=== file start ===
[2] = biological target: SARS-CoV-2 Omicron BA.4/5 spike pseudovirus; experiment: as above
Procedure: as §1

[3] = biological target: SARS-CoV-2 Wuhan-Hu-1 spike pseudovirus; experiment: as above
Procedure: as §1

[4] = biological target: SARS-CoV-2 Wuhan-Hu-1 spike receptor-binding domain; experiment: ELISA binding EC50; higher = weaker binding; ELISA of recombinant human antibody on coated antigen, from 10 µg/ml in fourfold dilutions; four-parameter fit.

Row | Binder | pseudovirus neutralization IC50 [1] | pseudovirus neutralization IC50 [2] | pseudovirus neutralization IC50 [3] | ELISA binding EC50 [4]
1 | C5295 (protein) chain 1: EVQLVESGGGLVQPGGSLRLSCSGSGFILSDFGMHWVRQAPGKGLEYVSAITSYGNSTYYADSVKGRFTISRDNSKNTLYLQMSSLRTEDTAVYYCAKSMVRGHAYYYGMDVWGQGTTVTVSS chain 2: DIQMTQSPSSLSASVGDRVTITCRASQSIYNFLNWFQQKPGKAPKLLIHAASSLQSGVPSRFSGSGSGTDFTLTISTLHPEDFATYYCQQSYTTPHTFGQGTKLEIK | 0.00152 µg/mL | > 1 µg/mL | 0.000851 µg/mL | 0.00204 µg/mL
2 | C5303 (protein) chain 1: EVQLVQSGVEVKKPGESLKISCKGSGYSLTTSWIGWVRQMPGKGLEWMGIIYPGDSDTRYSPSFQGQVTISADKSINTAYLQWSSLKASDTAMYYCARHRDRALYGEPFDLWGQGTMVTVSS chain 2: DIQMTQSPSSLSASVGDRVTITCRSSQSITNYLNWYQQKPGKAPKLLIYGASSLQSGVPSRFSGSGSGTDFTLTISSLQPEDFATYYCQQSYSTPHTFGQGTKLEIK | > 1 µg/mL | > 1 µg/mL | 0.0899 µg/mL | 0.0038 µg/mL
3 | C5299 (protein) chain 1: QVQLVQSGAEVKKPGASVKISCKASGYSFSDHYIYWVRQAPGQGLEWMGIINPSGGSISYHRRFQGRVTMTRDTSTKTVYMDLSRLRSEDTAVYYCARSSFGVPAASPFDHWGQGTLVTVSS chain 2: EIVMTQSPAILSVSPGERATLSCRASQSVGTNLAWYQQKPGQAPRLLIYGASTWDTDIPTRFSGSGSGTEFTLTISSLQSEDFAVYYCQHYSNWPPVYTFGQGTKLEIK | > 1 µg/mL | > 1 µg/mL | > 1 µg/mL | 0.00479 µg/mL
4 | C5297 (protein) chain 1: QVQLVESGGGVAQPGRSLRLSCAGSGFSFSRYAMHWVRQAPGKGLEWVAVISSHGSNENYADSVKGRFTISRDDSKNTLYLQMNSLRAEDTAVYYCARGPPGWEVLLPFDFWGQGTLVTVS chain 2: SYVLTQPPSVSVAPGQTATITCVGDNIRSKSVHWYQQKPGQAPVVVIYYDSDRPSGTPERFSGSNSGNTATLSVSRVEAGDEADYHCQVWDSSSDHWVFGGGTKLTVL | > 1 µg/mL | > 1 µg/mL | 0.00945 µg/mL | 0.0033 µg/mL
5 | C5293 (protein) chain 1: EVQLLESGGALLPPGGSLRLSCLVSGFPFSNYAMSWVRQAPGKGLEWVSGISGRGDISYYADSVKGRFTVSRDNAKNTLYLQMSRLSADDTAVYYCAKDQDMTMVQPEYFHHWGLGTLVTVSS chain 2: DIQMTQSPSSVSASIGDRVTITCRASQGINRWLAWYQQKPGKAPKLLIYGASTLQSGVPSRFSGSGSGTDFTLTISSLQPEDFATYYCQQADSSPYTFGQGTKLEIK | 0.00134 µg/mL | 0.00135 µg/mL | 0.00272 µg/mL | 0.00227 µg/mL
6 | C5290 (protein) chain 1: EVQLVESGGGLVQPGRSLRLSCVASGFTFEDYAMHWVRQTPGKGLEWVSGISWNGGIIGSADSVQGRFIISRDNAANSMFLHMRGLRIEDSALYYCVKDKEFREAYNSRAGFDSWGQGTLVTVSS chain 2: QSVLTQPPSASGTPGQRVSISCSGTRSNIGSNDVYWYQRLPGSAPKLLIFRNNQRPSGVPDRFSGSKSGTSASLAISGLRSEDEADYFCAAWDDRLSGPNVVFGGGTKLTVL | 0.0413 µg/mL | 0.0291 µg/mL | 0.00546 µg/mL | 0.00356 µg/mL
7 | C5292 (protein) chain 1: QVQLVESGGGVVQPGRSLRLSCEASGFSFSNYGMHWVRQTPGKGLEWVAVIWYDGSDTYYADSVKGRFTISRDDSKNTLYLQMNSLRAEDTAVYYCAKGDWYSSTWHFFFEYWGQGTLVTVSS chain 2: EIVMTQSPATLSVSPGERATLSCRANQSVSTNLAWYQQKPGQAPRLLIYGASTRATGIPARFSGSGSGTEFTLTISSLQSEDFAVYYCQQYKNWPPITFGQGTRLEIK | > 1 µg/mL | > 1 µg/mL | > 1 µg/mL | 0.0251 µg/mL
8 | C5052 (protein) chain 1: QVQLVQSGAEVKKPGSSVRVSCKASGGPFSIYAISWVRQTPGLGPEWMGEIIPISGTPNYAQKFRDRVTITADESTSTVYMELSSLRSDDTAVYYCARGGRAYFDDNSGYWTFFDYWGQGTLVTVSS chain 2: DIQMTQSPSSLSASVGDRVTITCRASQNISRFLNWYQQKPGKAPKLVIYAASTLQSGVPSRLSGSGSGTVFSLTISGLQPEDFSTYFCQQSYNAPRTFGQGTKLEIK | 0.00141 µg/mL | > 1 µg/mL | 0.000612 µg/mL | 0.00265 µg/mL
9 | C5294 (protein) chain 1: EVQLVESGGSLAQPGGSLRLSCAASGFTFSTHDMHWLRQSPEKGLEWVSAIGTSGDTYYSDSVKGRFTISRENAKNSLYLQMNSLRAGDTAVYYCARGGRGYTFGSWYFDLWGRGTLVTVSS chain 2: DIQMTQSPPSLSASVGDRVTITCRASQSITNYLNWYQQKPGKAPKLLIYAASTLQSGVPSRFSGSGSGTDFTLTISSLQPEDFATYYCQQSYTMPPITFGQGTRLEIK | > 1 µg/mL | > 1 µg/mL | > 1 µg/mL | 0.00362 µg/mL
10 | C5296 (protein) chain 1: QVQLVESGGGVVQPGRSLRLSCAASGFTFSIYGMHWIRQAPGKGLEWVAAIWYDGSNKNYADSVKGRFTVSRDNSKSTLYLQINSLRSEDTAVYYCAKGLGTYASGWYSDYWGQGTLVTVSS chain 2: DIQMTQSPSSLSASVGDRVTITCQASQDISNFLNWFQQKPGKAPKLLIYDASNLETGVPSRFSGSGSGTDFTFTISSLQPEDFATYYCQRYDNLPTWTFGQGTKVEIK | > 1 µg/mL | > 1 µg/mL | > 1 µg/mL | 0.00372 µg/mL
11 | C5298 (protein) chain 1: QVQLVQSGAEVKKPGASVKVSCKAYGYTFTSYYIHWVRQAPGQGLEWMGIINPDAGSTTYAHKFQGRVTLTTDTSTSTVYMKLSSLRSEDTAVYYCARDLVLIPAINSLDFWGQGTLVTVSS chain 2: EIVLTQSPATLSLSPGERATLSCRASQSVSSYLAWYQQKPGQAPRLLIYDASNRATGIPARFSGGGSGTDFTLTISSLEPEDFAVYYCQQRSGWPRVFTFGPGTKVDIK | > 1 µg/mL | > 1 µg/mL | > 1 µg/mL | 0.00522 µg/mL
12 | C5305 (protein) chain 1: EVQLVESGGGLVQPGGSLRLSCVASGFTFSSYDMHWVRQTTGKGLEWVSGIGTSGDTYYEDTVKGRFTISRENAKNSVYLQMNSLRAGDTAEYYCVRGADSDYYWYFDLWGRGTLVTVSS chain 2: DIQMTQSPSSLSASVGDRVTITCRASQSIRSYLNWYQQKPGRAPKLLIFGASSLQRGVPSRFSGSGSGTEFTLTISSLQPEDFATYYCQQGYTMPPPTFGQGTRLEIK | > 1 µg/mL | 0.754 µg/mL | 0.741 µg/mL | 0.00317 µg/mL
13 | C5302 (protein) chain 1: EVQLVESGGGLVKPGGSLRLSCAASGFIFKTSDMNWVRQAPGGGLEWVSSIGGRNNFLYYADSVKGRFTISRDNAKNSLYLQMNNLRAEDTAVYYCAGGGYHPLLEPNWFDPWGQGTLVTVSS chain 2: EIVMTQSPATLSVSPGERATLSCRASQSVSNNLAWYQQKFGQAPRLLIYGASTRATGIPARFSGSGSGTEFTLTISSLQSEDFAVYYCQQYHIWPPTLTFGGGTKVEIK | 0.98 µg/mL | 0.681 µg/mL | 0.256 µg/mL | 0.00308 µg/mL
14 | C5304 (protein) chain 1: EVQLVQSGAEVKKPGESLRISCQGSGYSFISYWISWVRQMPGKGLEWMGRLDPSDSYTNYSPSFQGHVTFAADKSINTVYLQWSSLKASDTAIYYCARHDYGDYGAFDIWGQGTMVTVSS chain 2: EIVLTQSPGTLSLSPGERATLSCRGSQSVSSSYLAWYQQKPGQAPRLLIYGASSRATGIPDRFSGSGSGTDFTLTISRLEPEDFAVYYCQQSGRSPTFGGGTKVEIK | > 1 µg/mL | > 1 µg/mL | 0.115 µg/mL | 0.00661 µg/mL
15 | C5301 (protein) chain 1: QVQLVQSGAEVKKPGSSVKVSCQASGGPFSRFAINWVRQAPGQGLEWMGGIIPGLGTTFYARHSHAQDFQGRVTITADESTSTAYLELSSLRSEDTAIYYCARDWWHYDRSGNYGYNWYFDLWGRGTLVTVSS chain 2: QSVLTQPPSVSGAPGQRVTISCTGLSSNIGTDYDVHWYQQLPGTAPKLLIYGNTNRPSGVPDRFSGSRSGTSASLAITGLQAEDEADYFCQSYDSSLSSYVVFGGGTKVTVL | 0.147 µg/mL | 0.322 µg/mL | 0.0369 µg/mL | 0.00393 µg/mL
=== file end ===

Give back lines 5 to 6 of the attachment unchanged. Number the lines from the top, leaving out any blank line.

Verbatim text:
[4] = biological target: SARS-CoV-2 Wuhan-Hu-1 spike receptor-binding domain; experiment: ELISA binding EC50; higher = weaker binding; ELISA of recombinant human antibody on coated antigen, from 10 µg/ml in fourfold dilutions; four-parameter fit.

Row | Binder | pseudovirus neutralization IC50 [1] | pseudovirus neutralization IC50 [2] | pseudovirus neutralization IC50 [3] | ELISA binding EC50 [4]